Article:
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Toshiki Aoki, Katsunobu Takenaka, Satoshi Suzuki, Neal F. Kassell, Oren Sagher and Kevin S. Lee

✓ The importance of factors within hemolysate in modulating oxyhemoglobin (oxyHb)-induced contraction was examined in an in vitro model of rabbit basilar arteries. When the basilar arteries were exposed to purified oxyHb alone, the contractile response observed was significantly weaker than that seen in arteries exposed to hemolysate containing an equal concentration of oxyHb. In order to delineate the nature of the factors within hemolysate that facilitate contraction, hemolysate was fractionated, and various components were tested individually for their ability to elicit this effect. A low-molecular-weight fraction of hemolysate, ranging from 0.5 to 2.0 kD, elicited only a mild contraction. However, when this fraction was combined with purified oxyHb, the contractile response was comparable in magnitude to that of unfractionated hemolysate. These studies confirm that purified oxyHb is capable of inducing contraction in vitro. The data also demonstrate that oxyHb elicits a significantly weaker contraction than does hemolysate. In addition, the results suggest that low-molecular-weight components in hemolysate (in the 0.5- to 2.0-kD range), while incapable of inducing a potent contraction alone, may act in concert with oxyHb to elicit the vasoconstriction seen following subarachnoid hemorrhage.

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Yongcheng Jin, Oren Sagher, Quoc-Anh Thai, Neal F. Kassell and Kevin S. Lee

✓ Papaverine (PPV) is a nonspecific vasodilator with widespread clinical uses in the treatment of arterial spasm. It has also been utilized in an attempt to reverse cerebral vasospasm. Recent angiographic results have demonstrated significant reversal of vasospasm in large vessels after selective intra-arterial application of PPV; however, these impressive results lacked good clinical correlation. In this study, phorbol dibutyrate was used to stimulate protein kinase C in an in vitro model of cerebral microvessels. Papaverine was found to elicit a dose-dependent exacerbation of phorbol dibutyrate-induced microvascular constriction in this model system. Because protein kinase C is thought to play a key role in the development of cerebral vasospasm, PPV-induced vasoconstriction represents a potentially important deleterious effect that may not be apparent on angiography. Such a constrictor response may compromise the beneficial vasodilatory effect seen with intra-arterial injection of PPV.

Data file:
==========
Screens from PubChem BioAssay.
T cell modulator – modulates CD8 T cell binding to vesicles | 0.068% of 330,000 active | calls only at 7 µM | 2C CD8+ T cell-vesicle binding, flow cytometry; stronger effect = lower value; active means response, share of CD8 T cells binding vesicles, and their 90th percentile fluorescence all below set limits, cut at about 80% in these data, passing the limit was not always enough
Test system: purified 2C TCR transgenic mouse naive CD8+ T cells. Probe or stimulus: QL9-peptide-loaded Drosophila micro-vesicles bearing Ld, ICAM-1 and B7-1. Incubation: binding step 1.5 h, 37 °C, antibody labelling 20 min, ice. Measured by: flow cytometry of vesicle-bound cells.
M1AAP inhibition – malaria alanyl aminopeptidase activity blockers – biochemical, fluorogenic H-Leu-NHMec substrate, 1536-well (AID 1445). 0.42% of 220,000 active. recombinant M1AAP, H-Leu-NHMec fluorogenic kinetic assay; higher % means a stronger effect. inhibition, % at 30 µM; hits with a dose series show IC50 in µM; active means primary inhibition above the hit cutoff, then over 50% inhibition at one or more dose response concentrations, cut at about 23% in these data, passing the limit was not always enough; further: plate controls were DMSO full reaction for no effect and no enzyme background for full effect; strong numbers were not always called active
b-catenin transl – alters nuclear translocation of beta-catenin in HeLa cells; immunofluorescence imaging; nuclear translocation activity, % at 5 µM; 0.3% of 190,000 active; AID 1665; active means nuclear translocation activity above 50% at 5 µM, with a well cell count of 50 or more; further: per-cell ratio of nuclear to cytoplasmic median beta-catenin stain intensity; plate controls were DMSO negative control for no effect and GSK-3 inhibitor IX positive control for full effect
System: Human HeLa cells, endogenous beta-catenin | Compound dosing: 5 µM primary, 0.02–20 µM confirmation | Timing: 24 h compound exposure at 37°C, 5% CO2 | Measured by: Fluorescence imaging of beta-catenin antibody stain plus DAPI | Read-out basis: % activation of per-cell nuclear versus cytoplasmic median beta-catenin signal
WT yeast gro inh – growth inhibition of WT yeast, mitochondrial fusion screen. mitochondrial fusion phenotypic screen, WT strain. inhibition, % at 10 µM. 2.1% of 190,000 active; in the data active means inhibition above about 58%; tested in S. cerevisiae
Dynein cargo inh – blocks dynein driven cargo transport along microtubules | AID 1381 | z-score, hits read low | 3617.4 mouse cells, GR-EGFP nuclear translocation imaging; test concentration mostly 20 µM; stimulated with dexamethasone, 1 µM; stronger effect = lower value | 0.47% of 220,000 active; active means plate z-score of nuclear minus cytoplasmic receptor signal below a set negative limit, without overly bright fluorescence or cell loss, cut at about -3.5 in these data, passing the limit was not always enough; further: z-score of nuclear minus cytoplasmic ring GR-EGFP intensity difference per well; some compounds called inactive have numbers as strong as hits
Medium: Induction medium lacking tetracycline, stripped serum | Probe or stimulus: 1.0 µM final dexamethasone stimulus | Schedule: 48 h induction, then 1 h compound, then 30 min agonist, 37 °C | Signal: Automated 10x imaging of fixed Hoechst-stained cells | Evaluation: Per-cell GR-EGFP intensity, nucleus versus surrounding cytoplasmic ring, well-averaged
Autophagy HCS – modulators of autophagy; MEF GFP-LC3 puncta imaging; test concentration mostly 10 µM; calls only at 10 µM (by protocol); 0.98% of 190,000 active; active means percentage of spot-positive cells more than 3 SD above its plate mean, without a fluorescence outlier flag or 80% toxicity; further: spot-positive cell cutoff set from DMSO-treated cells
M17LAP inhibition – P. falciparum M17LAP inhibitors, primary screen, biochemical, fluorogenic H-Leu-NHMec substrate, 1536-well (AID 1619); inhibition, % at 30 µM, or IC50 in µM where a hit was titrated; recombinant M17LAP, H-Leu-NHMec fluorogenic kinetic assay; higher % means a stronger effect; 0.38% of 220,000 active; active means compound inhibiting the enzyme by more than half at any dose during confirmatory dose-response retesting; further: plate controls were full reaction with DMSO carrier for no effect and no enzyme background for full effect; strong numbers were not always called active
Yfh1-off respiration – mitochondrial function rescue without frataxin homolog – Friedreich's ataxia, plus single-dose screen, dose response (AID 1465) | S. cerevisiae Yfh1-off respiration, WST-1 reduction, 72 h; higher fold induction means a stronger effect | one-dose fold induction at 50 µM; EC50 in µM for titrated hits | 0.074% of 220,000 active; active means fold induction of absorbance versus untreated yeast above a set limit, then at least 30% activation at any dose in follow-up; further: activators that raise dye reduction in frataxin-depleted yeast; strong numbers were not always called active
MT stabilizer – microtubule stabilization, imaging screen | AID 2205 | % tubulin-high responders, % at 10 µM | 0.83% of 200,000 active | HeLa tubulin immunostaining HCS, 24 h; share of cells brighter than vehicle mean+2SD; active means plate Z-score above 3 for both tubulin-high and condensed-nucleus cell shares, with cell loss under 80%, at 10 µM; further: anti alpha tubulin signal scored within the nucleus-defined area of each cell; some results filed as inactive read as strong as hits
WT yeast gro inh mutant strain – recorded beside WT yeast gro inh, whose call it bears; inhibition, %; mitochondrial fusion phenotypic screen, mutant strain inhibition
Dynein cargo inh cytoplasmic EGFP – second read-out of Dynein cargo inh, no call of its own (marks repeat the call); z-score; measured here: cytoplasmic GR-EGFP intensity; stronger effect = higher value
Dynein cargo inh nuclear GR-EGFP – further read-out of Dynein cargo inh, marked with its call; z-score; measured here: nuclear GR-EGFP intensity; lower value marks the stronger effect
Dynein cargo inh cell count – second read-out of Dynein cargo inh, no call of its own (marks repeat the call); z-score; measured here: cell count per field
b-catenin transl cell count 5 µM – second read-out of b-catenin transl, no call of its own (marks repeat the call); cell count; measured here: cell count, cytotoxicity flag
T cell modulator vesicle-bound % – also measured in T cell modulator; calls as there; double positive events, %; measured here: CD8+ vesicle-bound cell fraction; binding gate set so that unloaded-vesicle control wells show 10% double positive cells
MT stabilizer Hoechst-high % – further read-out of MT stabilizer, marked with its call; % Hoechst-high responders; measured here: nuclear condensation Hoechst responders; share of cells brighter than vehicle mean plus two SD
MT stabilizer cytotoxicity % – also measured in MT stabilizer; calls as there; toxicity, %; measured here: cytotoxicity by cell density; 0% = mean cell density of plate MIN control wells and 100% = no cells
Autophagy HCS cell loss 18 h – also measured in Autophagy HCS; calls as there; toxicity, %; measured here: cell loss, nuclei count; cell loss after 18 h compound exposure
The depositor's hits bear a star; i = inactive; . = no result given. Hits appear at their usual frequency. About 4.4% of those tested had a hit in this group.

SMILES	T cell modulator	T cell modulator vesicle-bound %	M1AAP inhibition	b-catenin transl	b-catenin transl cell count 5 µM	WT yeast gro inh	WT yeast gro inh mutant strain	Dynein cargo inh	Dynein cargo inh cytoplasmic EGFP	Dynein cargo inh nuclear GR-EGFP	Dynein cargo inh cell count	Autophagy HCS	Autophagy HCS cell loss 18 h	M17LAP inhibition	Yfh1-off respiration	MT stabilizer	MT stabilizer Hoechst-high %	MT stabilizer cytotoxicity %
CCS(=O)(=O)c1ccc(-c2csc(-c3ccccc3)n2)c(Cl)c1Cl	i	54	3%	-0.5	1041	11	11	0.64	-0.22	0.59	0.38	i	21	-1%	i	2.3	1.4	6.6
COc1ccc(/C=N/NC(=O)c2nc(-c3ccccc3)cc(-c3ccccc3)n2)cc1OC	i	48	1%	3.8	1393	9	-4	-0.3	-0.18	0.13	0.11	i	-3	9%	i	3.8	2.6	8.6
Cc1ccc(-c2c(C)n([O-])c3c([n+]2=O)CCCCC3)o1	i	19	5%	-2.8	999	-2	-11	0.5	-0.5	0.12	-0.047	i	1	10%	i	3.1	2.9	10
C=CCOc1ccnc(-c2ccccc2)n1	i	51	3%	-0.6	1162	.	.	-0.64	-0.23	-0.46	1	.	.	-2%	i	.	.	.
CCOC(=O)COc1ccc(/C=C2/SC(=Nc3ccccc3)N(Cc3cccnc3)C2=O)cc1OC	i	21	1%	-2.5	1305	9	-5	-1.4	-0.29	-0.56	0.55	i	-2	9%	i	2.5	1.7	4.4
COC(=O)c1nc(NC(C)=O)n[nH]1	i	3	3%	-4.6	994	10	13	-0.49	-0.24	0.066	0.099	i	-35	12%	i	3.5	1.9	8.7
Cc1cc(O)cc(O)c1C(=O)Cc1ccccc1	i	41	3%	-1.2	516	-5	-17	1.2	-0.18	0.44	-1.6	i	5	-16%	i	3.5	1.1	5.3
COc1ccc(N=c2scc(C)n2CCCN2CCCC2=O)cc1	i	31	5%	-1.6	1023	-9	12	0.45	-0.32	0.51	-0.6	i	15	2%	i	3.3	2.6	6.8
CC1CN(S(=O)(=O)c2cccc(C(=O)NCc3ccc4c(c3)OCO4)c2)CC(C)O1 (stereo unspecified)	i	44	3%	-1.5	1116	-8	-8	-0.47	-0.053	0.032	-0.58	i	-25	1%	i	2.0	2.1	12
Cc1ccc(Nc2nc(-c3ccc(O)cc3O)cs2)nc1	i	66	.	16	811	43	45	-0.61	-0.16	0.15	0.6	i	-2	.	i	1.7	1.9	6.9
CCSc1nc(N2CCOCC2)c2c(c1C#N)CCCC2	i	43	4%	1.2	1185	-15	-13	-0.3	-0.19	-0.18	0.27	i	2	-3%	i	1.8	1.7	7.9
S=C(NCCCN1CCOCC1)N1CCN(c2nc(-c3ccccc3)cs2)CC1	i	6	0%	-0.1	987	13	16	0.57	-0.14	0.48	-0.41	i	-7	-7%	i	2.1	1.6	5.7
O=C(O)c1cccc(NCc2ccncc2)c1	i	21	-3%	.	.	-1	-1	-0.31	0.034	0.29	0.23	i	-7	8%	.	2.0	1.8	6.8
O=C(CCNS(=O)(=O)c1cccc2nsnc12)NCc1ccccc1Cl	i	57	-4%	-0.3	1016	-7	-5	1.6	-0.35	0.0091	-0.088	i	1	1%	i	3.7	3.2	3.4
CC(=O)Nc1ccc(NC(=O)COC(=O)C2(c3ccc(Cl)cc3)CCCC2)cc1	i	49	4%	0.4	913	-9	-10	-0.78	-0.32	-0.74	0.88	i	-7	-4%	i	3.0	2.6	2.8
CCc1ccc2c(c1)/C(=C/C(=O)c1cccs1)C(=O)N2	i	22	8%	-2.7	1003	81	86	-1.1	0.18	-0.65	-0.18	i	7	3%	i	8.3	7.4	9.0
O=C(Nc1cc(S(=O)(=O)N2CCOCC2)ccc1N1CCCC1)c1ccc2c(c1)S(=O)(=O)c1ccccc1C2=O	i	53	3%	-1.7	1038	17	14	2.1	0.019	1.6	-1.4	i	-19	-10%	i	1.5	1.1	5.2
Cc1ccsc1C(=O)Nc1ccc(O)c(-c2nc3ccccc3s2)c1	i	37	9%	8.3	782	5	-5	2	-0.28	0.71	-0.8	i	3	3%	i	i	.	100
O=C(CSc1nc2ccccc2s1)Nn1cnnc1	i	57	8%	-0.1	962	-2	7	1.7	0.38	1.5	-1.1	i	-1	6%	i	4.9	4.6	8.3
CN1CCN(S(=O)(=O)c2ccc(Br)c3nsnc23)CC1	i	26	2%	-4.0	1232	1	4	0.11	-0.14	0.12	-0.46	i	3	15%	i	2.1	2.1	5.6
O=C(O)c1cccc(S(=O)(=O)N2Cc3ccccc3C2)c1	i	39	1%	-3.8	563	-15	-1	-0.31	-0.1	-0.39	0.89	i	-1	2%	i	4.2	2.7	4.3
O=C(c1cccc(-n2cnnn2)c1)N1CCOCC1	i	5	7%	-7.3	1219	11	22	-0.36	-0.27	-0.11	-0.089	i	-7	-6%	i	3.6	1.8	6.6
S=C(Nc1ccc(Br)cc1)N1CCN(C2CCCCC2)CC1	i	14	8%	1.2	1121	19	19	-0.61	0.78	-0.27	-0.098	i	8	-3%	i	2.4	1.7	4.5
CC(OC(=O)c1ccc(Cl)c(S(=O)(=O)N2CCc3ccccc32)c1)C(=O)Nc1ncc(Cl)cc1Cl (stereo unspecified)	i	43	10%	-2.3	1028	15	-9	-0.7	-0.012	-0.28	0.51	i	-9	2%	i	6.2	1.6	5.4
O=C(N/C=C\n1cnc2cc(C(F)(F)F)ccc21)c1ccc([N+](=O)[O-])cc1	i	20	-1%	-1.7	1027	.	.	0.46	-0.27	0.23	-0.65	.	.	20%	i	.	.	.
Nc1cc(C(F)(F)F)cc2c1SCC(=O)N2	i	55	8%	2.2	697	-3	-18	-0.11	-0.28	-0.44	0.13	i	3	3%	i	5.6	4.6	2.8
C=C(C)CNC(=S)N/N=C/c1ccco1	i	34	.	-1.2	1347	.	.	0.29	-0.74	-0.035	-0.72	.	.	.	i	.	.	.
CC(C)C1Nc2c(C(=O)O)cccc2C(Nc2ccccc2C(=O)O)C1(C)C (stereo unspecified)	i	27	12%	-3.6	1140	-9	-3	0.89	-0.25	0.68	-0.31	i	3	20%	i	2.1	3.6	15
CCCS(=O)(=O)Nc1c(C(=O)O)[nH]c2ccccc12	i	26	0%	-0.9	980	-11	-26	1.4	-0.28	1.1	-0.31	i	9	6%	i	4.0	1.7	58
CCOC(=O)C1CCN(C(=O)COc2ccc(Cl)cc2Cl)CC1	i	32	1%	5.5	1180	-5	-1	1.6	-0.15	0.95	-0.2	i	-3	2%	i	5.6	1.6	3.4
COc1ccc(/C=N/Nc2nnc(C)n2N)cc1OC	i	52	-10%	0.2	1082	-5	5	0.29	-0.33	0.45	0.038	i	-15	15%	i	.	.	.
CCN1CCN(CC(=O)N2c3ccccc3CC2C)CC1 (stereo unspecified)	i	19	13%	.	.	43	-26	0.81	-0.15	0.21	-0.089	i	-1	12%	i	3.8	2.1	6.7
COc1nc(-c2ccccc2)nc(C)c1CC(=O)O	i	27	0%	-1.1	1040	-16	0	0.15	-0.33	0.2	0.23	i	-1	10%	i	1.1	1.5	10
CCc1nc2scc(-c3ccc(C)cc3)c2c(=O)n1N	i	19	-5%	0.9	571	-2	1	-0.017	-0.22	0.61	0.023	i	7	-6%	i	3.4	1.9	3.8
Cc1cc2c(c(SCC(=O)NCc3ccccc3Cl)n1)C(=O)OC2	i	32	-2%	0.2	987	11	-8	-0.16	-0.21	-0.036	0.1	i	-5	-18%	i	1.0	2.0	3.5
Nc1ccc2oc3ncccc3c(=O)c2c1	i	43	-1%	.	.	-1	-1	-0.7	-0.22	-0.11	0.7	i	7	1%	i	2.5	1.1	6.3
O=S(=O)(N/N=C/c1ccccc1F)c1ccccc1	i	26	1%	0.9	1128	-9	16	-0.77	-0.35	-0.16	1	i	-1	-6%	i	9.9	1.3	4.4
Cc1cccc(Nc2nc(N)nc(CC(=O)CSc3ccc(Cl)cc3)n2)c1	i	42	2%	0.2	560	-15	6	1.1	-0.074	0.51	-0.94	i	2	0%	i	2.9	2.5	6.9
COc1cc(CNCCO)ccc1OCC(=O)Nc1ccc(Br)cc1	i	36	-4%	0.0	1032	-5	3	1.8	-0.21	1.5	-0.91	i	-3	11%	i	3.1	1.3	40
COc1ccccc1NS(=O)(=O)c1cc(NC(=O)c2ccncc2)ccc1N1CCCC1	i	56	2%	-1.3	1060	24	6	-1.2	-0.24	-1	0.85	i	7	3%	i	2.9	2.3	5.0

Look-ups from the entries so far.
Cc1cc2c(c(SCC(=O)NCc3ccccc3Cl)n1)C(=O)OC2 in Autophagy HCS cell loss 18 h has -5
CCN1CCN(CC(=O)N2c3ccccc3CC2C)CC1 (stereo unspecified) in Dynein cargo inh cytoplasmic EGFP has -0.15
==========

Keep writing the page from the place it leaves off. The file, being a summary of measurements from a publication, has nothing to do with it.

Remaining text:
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EDITOR'S PERSPECTIVE ON ARTICLE 1

Mechanisms of edema formation after intracerebral hemorrhage: effects of thrombin on cerebral blood flow, blood-brain barrier permeability, and cell survival in a rat model

Kevin R. Lee, Nobuyuki Kawai, Seoung Kim, Oren Sagher and Julian T. Hoff

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Kevin R. Lee, Nobuyuki Kawai, Seoung Kim, Oren Sagher and Julian T. Hoff

Recently, the authors showed that thrombin contributes to the formation of brain edema following intracerebral hemorrhage. The current study examines whether the action of thrombin is due to an effect on cerebral blood flow (CBF), vasoreactivity, blood-brain barrier (BBB) function, or cell viability. In vivo solutions of thrombin were infused stereotactically into the right basal ganglia of rats. The animals were sacrificed 24 hours later; CBF and BBB permeability were measured. The actions of thrombin on vasoreactivity were examined in vitro by superfusing thrombin on cortical brain slices while monitoring microvessel diameter with videomicroscopy. In separate experiments C6 glioma cells were exposed to various concentrations of thrombin and lactate dehydrogenase release, a marker of cell death, was measured. The results indicate that thrombin induces BBB disruption as well as death of parenchymal cells, whereas CBF and vasoreactivity are not altered. The authors conclude that cell toxicity and BBB disruption by thrombin are triggering mechanisms for the edema formation that follows intracerebral hemorrhage.

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Kevin R. Lee, Nobuyuki Kawai, Seoung Kim, Oren Sagher and Julian T. Hoff